Lost and Found: The Recovery of American Literature
We are looking for contributions to the collection Lost and Found:
The Recovery of American Literature. A survey of the nations literary history during the twentieth century would identify a vast body of work that has been read by one generation of readers but lost from the view of the next. This could be due to the economics of the publishing industry, shifting political and social values, or changes in literary taste and criticism. This volume will consider American literature in the twentieth century that has been thought lost but later recovered and appreciated for its literary significance, or its reflection on a particular historical time or cultural movement. However, the volume will also consider books that have yet to be recovered. A process of loss and recovery raises interesting questions: What is it to be lost and found? What does the process tell us about the way literature and criticism operate in different historical moments? How and why has scholarship
accepted or rejected such a process of recovery? Are current theories of trauma and testimony connected with that process?
A major publisher has expressed interest in the project.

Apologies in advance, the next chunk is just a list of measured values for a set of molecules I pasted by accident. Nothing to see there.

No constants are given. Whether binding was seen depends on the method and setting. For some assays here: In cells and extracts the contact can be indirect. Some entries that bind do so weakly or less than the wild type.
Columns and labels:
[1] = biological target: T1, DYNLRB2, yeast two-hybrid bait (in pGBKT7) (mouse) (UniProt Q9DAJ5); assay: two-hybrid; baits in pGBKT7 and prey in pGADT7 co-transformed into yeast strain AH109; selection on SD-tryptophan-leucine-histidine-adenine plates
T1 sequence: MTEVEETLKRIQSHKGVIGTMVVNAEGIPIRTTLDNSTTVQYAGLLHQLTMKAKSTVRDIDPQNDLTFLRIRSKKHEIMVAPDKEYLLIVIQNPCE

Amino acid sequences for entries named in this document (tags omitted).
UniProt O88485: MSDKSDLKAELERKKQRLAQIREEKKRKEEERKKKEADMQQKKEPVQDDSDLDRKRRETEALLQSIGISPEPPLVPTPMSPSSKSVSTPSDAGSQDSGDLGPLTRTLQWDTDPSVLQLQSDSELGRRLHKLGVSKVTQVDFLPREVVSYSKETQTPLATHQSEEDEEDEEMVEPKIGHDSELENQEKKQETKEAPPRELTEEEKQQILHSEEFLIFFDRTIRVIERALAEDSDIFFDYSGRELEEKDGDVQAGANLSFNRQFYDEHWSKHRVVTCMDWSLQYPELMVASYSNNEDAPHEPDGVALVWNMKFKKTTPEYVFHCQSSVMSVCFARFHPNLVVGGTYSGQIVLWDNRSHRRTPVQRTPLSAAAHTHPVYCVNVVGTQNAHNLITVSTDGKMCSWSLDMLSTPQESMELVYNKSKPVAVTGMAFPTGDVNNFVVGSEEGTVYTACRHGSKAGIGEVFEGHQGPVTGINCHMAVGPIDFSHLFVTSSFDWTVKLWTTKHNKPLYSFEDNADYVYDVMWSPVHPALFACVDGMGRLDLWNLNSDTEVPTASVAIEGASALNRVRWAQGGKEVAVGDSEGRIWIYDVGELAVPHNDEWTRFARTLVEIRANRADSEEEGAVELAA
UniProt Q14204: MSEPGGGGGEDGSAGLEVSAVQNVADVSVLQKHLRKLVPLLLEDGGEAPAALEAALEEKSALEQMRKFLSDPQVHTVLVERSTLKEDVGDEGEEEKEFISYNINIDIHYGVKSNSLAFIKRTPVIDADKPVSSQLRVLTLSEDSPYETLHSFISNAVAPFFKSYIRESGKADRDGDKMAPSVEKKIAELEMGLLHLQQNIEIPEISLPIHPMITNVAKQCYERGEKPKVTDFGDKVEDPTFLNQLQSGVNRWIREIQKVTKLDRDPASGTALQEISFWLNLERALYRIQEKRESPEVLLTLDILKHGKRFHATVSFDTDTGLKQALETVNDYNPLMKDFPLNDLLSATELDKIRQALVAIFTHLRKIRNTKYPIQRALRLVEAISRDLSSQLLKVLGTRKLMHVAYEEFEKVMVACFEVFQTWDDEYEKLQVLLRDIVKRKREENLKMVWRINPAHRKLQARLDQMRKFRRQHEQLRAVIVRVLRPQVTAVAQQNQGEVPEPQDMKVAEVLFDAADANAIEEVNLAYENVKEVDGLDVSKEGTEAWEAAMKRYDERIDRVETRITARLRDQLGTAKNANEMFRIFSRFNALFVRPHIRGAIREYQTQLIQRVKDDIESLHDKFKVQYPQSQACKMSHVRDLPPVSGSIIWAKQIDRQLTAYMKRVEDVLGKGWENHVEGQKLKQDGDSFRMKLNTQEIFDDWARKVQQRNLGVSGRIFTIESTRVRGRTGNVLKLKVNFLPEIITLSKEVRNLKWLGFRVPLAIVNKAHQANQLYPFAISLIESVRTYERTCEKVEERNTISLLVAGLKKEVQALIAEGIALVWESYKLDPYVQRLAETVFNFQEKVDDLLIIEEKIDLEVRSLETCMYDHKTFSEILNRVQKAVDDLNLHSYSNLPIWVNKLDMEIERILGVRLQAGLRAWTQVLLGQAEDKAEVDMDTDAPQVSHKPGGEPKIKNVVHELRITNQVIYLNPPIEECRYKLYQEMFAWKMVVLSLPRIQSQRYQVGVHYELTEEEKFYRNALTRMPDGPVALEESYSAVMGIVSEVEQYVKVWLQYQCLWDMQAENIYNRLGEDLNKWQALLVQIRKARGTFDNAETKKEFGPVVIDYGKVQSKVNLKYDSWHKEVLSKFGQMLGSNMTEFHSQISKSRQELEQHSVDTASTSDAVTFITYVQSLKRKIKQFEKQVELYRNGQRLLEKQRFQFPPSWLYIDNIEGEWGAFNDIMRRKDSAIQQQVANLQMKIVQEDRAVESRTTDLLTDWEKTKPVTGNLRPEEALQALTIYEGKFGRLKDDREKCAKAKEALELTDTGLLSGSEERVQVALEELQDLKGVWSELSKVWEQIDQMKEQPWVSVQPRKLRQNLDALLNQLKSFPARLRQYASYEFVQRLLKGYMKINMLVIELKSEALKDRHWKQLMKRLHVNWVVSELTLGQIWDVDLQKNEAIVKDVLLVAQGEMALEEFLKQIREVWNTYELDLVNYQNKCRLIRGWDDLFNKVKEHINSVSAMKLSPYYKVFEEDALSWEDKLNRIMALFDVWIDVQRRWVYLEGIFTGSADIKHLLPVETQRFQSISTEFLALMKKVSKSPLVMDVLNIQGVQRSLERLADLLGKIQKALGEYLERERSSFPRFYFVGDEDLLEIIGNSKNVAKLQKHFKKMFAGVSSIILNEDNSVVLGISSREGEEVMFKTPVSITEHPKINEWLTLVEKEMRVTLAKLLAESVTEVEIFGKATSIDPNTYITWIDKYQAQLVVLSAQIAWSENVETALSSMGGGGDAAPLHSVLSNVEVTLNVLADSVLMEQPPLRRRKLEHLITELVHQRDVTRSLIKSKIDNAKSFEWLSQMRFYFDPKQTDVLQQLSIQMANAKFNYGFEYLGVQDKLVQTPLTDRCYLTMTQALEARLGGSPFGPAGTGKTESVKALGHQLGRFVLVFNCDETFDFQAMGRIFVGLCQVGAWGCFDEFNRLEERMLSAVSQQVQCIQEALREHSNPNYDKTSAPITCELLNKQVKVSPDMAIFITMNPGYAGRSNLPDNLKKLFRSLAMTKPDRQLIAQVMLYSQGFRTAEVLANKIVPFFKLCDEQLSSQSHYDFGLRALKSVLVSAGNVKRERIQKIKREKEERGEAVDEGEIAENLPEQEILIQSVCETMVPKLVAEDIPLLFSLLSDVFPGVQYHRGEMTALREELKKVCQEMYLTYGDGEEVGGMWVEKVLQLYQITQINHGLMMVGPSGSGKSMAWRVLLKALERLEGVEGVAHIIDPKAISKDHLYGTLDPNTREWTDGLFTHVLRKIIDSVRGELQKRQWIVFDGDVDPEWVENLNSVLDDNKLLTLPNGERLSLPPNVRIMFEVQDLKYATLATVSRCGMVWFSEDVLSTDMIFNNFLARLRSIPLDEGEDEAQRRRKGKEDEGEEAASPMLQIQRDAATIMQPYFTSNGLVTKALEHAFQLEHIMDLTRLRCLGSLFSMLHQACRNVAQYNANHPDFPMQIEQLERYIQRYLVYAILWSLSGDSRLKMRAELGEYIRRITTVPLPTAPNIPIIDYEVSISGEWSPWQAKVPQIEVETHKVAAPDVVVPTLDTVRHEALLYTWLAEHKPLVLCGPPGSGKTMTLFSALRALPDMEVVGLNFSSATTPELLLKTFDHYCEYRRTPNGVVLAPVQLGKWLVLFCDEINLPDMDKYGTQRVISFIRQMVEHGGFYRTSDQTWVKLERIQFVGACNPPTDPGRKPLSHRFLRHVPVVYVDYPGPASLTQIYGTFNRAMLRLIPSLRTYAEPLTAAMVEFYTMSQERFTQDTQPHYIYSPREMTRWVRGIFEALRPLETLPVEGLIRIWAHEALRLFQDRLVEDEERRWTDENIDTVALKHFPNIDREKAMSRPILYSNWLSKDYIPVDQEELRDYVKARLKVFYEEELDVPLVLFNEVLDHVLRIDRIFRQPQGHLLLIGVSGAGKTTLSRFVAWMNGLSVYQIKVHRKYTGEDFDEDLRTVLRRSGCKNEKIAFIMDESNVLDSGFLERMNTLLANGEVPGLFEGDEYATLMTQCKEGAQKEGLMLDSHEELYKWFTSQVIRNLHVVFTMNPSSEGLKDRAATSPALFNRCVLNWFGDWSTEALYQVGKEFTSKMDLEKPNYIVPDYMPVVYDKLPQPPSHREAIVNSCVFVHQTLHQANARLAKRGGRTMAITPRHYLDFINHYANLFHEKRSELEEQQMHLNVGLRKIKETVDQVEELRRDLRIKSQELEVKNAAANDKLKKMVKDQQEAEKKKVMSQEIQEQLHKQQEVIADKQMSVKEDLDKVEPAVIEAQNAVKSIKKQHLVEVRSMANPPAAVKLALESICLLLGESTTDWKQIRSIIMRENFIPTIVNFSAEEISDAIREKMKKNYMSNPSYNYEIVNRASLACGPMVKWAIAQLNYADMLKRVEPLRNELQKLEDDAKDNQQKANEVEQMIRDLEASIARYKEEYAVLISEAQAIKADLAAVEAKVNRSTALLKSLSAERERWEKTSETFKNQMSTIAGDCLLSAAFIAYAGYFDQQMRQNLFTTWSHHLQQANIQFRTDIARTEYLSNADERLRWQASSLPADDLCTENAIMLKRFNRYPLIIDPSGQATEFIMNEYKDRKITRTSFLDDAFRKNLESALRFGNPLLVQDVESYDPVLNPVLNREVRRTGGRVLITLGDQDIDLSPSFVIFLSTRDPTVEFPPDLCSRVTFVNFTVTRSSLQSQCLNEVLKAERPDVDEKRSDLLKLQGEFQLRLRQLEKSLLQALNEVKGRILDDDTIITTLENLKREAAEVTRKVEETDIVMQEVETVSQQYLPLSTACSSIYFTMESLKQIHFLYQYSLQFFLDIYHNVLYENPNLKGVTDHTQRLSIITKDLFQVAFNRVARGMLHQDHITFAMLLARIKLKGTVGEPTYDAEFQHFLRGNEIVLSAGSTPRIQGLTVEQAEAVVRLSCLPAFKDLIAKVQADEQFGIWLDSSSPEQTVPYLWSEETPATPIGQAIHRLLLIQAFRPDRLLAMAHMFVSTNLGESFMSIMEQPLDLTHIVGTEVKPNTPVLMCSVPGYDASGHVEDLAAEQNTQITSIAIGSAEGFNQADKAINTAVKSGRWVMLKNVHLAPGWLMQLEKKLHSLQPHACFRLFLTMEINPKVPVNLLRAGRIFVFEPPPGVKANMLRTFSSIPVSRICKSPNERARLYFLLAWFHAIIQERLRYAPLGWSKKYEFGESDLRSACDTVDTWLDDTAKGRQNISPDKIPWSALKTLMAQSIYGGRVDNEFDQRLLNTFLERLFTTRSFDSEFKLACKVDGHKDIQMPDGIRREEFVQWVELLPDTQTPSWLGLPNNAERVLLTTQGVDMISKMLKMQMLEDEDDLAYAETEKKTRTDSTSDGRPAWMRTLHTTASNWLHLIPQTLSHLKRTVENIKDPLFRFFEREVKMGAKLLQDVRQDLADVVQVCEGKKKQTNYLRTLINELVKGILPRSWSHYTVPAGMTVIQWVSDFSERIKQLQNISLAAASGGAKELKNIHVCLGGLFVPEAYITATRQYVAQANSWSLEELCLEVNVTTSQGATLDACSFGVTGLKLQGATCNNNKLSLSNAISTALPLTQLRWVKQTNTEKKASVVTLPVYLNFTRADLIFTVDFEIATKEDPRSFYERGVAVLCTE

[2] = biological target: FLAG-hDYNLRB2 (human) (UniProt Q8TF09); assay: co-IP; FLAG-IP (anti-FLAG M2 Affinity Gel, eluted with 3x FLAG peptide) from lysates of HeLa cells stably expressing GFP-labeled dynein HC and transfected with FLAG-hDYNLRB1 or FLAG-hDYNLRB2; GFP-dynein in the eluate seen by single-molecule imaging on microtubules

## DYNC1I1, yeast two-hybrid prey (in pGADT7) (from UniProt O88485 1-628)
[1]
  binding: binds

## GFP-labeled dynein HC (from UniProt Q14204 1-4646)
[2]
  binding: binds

Possible topics may include (but are not limited to)
changing notions of American culture and identity
canonical/marginal American writing
the Lost Generation
nostalgia and memory
grief, trauma, and testimony
theories of loss
the loss of literature
lost writers and marginal voices
Essays must be between 4000-6000 words (double spaced) in length and should avoid, where possible, using alienating jargon. Citations should conform to the Chicago Manual of Style 15th Edition (Humanities). Please include the following with your essay: 1) 200-word biography of yourself; 2) full name and contact information, including e-mail, postal address, and phone number.
Submissions can be sent electronically in an attachment (MSWord only) to both emails below. Essays must be received by 1st December 2008. Enquiries are warmly welcomed to either Robert Ward or Colin Winborn:
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